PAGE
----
The 1884 Honley Feast began on Sunday 21 September.
As with the previous year, Owen Balmforth put forward a motion at the Huddersfield School Board that the local schools — Berry Brow, Brierley Wood, Crosland Moor, Mount Pleasant, and Stile Common — should close on the Monday and Tuesday of the feast. Ernest Woodhead seconded it, saying he believed "in the principal of giving children as many holidays as possible." However, Mr. E. Brooke felt strongly that Huddersfield Corporation should never had allowed "Honley Feast to have been imported into Lockwood" and that "if boys and girls [...] were allowed to spend their time amongst what he might call the 'ragamuffins' who attended the feast it would have a deleterious effect upon their morals." After some debate, the motion was passed by seven votes for and four against.
The Chronicle reported that the weather had been unfavourable for the feast, although many had travelled to Honley to visit their relatives and partake of the "roast beef and pickled cabbage." Attendance at the fairground in Lockwood was lower than usual and the stallholders "did not appear to be doing such a brisk business." The newspaper also reported on the number of rail tickets issued, to show that many local had taken the opportunity to spend time at the coast or to visit distant relatives.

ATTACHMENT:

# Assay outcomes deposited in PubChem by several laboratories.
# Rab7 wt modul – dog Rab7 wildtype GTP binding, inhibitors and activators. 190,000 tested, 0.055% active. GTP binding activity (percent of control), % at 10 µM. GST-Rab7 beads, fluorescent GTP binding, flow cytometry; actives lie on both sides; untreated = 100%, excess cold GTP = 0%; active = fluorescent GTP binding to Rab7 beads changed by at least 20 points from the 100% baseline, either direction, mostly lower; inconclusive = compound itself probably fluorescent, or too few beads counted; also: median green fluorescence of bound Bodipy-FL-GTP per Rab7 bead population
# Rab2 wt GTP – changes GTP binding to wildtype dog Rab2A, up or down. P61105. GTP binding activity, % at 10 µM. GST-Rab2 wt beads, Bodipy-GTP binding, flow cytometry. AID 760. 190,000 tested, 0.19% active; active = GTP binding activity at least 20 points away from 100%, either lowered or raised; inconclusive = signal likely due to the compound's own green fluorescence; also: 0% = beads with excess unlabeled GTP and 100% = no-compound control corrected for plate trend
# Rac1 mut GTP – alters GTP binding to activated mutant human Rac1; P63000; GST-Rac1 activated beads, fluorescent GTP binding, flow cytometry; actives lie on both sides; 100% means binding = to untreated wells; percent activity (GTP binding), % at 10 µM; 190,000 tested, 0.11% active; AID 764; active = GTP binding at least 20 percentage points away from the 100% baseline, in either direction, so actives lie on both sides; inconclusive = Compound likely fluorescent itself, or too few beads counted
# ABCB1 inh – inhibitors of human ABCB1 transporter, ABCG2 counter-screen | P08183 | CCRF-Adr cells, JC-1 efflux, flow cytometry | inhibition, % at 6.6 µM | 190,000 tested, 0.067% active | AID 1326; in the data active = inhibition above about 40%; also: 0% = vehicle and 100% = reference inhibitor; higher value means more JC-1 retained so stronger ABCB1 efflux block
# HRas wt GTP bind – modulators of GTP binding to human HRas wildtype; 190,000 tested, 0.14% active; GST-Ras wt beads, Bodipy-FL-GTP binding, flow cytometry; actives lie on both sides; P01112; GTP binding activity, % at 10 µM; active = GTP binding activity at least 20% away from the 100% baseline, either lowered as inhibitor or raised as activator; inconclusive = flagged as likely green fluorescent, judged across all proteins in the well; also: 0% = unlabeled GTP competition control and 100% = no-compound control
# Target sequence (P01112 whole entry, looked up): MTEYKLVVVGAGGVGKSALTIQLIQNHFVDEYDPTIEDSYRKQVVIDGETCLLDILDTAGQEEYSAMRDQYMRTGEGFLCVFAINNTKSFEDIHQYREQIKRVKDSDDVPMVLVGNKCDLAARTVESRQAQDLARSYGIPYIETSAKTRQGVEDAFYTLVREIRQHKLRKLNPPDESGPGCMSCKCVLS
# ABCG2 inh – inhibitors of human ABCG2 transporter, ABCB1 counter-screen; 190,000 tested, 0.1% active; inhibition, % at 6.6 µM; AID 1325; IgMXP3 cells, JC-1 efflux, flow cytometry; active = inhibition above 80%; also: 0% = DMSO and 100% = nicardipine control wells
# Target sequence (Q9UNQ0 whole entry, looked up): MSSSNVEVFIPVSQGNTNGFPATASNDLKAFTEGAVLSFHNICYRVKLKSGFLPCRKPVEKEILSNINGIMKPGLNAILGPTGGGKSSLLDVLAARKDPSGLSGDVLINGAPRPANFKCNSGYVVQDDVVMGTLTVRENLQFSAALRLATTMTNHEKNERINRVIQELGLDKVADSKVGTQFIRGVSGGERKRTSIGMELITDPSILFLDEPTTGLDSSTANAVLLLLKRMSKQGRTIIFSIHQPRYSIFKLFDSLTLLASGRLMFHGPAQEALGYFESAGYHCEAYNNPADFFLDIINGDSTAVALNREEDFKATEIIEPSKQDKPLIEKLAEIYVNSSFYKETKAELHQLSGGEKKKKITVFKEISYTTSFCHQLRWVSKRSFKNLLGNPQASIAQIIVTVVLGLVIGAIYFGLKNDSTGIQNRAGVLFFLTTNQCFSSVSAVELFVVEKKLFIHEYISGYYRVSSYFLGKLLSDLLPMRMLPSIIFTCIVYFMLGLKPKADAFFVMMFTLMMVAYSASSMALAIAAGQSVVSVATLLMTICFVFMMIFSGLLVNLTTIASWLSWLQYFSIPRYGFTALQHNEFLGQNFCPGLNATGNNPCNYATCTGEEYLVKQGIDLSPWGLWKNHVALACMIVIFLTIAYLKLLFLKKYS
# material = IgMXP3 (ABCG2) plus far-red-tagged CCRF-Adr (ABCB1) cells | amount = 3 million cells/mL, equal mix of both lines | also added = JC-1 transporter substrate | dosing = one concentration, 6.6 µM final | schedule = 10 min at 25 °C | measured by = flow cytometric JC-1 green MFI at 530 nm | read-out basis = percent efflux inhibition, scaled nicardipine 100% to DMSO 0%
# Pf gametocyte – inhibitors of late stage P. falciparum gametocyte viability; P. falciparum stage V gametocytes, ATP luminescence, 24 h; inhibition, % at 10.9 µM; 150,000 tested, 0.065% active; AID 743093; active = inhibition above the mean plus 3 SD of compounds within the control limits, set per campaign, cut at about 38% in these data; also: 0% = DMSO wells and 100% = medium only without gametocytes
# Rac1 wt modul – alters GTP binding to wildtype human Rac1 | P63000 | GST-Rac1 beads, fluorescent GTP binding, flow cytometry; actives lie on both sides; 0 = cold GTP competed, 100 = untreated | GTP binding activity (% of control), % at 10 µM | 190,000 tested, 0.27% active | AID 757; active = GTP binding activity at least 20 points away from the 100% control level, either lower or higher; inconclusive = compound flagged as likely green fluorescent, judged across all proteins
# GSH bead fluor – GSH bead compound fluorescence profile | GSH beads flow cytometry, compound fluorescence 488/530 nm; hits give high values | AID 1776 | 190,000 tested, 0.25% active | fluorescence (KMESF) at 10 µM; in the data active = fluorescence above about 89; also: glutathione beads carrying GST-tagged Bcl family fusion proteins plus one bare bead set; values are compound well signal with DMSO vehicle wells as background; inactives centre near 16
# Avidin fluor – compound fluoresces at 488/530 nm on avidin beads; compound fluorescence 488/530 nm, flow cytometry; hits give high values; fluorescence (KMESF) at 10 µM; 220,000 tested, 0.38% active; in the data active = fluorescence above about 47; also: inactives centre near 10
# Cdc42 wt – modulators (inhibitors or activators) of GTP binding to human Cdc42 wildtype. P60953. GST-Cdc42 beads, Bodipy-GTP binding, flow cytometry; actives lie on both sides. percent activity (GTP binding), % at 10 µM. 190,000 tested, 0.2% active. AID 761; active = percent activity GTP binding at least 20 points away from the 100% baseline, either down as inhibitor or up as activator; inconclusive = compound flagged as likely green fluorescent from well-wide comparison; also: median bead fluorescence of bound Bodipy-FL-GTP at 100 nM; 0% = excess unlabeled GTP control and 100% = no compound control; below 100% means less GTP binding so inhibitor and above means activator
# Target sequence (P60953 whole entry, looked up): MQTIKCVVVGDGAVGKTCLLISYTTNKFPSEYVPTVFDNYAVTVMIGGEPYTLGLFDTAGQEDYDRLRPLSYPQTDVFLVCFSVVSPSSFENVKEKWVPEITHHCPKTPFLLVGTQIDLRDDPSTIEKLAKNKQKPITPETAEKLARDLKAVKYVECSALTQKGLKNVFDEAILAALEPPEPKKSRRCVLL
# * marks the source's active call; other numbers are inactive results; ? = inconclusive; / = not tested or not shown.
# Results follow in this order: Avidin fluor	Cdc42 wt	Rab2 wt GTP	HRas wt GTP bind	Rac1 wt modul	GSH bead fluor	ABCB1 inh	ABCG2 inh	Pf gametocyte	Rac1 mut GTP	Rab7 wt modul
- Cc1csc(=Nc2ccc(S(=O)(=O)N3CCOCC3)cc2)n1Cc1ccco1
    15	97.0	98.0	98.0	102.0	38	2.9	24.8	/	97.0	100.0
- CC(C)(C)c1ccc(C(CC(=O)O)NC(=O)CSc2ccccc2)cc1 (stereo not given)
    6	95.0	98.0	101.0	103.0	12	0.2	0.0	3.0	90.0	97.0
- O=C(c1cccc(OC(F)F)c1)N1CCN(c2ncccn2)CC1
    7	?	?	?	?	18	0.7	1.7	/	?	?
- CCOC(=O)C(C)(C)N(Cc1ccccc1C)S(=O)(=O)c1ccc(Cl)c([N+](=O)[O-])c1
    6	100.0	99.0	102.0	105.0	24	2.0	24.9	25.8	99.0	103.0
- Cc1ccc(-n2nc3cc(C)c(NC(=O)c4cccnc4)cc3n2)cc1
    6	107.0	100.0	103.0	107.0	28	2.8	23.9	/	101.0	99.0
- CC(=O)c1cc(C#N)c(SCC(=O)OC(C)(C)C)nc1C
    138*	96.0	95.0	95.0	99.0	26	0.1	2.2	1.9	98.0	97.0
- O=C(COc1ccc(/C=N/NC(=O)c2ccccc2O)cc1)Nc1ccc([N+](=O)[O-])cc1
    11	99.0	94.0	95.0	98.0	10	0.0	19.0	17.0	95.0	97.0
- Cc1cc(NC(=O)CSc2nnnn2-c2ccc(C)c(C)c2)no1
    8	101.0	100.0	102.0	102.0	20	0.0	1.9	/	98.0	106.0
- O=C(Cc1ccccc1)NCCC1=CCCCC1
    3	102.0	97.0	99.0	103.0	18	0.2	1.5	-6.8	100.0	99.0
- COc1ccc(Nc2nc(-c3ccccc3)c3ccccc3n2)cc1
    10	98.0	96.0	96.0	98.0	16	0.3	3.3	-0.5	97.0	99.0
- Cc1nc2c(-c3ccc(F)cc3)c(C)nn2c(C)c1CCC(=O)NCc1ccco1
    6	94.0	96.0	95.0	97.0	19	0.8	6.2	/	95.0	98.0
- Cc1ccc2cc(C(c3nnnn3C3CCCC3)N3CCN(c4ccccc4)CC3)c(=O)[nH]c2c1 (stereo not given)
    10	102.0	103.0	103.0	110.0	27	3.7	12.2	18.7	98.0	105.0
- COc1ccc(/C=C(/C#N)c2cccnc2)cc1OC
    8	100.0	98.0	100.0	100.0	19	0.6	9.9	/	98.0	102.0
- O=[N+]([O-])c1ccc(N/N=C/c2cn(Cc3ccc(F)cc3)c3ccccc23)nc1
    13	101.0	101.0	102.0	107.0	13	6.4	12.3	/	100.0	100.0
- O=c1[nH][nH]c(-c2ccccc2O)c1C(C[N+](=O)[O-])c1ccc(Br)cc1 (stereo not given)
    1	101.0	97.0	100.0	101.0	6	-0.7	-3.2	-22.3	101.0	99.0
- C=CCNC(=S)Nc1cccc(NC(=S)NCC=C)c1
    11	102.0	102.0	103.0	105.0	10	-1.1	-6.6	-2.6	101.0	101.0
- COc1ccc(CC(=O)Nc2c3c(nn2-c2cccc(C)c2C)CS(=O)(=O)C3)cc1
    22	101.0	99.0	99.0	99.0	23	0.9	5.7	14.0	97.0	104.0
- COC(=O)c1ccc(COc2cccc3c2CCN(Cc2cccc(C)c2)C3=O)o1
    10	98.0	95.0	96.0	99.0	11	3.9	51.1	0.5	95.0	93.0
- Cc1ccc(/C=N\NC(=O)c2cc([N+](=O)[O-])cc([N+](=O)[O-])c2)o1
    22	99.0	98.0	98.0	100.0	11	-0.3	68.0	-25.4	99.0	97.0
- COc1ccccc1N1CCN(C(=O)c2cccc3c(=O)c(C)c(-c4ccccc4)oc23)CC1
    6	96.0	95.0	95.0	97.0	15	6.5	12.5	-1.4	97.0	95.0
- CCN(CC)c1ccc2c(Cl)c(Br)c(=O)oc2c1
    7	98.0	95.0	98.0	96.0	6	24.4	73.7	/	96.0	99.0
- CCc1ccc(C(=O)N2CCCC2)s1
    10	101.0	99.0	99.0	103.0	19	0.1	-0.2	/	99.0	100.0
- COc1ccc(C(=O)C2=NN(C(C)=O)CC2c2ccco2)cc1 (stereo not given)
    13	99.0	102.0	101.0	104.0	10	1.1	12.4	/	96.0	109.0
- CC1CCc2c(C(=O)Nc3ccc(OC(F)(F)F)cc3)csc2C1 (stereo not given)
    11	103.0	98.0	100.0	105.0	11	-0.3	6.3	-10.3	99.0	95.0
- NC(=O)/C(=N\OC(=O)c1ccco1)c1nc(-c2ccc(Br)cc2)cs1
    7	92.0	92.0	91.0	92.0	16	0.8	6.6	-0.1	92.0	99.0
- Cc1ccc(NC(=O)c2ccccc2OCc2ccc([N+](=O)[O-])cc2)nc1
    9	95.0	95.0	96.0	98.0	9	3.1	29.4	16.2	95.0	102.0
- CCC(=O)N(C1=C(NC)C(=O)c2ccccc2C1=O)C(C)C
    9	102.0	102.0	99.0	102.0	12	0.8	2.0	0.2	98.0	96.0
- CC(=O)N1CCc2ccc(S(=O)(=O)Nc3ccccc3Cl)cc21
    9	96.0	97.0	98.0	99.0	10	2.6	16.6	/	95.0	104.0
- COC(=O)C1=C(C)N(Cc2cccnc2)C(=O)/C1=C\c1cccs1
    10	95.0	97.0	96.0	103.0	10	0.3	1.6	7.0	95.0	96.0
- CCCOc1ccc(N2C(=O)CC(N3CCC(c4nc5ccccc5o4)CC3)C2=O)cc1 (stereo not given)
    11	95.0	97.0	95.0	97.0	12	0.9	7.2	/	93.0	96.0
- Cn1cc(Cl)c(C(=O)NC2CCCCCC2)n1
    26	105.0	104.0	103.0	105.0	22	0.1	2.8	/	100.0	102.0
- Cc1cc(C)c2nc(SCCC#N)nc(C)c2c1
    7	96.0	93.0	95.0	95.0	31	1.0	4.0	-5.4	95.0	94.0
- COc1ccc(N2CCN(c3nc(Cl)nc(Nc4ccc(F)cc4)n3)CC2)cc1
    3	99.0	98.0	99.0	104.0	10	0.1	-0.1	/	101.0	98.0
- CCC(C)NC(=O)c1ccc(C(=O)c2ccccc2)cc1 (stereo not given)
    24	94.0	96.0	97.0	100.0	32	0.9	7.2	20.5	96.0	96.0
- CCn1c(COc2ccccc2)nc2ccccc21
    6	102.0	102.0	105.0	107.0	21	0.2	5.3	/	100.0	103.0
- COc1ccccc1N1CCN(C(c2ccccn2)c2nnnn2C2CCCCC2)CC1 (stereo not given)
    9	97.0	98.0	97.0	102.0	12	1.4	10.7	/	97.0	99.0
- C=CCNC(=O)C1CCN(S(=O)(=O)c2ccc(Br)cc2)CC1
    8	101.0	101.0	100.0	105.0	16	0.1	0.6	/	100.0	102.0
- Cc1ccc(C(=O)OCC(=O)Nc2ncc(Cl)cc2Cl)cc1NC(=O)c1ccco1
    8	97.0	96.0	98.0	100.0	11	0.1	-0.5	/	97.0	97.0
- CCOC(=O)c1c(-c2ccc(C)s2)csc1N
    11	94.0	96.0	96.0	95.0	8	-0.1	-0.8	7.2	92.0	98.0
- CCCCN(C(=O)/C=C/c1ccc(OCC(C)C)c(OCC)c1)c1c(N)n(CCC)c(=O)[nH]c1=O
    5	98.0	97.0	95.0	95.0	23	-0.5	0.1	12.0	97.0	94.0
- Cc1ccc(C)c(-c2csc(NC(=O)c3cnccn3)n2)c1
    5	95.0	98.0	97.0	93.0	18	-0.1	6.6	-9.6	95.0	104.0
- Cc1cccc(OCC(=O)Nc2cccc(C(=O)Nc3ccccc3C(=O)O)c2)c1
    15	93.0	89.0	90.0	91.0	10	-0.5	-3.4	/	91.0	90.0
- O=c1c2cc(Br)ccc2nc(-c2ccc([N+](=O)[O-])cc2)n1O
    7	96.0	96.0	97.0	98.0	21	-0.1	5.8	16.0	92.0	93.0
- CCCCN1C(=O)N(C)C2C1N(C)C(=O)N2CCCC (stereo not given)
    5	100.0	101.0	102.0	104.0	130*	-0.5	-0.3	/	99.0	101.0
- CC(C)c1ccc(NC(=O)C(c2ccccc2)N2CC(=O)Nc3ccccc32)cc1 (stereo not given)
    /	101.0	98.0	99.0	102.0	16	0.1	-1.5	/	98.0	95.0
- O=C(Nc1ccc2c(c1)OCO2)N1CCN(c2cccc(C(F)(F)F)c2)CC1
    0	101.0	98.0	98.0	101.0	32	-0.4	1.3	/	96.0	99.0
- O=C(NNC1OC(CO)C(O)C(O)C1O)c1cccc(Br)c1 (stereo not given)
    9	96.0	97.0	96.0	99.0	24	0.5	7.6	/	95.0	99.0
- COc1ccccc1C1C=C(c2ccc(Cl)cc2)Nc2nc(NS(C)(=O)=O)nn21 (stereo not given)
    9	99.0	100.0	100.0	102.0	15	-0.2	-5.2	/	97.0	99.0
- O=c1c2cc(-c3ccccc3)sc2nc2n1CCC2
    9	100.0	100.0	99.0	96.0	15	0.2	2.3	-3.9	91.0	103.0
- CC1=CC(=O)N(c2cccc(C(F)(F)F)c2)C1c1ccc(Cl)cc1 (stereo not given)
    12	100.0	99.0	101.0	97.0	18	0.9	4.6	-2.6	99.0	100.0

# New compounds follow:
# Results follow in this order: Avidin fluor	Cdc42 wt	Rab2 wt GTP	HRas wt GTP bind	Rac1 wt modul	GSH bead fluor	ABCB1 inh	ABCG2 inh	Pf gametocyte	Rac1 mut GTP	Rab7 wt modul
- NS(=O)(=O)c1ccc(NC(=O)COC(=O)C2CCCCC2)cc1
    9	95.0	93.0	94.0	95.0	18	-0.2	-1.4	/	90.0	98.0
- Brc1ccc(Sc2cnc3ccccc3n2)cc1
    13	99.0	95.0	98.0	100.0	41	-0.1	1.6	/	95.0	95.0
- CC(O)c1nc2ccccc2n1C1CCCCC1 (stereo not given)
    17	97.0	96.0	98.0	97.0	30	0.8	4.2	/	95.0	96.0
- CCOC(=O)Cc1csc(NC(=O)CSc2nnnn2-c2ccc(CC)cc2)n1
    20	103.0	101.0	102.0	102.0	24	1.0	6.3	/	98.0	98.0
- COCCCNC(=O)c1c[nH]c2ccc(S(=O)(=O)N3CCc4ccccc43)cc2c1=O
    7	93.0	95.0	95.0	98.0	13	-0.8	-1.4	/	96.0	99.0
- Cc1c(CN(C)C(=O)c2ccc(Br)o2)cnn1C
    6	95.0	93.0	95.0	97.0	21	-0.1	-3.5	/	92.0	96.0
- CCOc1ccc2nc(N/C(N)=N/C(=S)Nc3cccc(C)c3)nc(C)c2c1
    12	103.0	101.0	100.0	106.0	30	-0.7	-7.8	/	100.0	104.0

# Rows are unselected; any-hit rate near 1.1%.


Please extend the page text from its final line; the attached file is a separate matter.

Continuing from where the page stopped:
At Huddersfield Borough Police Court, two members of the circus who visited Lockwood during the feast were called to appear. Alfred Bedem, a travelling clown, was charged with assaulting fellow performer Francis Clinton. A fine of 12 shillings was inflicted upon Bedem, who had failed to appear in court.
Another case was that of French polisher William Goldstone of Berry Brow who was charged with having sexually assaulted Mary Ann Gilleard of Ashes Common. The two were among a larger group who visited the feast at Lockwood and then walked back to Berry Brow. Part way, Goldstone led her down a lower road against her will, pushed her to the ground and then assaulted her. Joshua Longbottom had witnessed the attack, but was unable to say in court if Goldstone had forcibly pushed her down, or if she had willingly laid down. However, Longbottom stated that Gilleard had screamed and said something to the effect of, "Oh, don't, William." The magistrates felt that the assault wasn't proved and dismissed the case.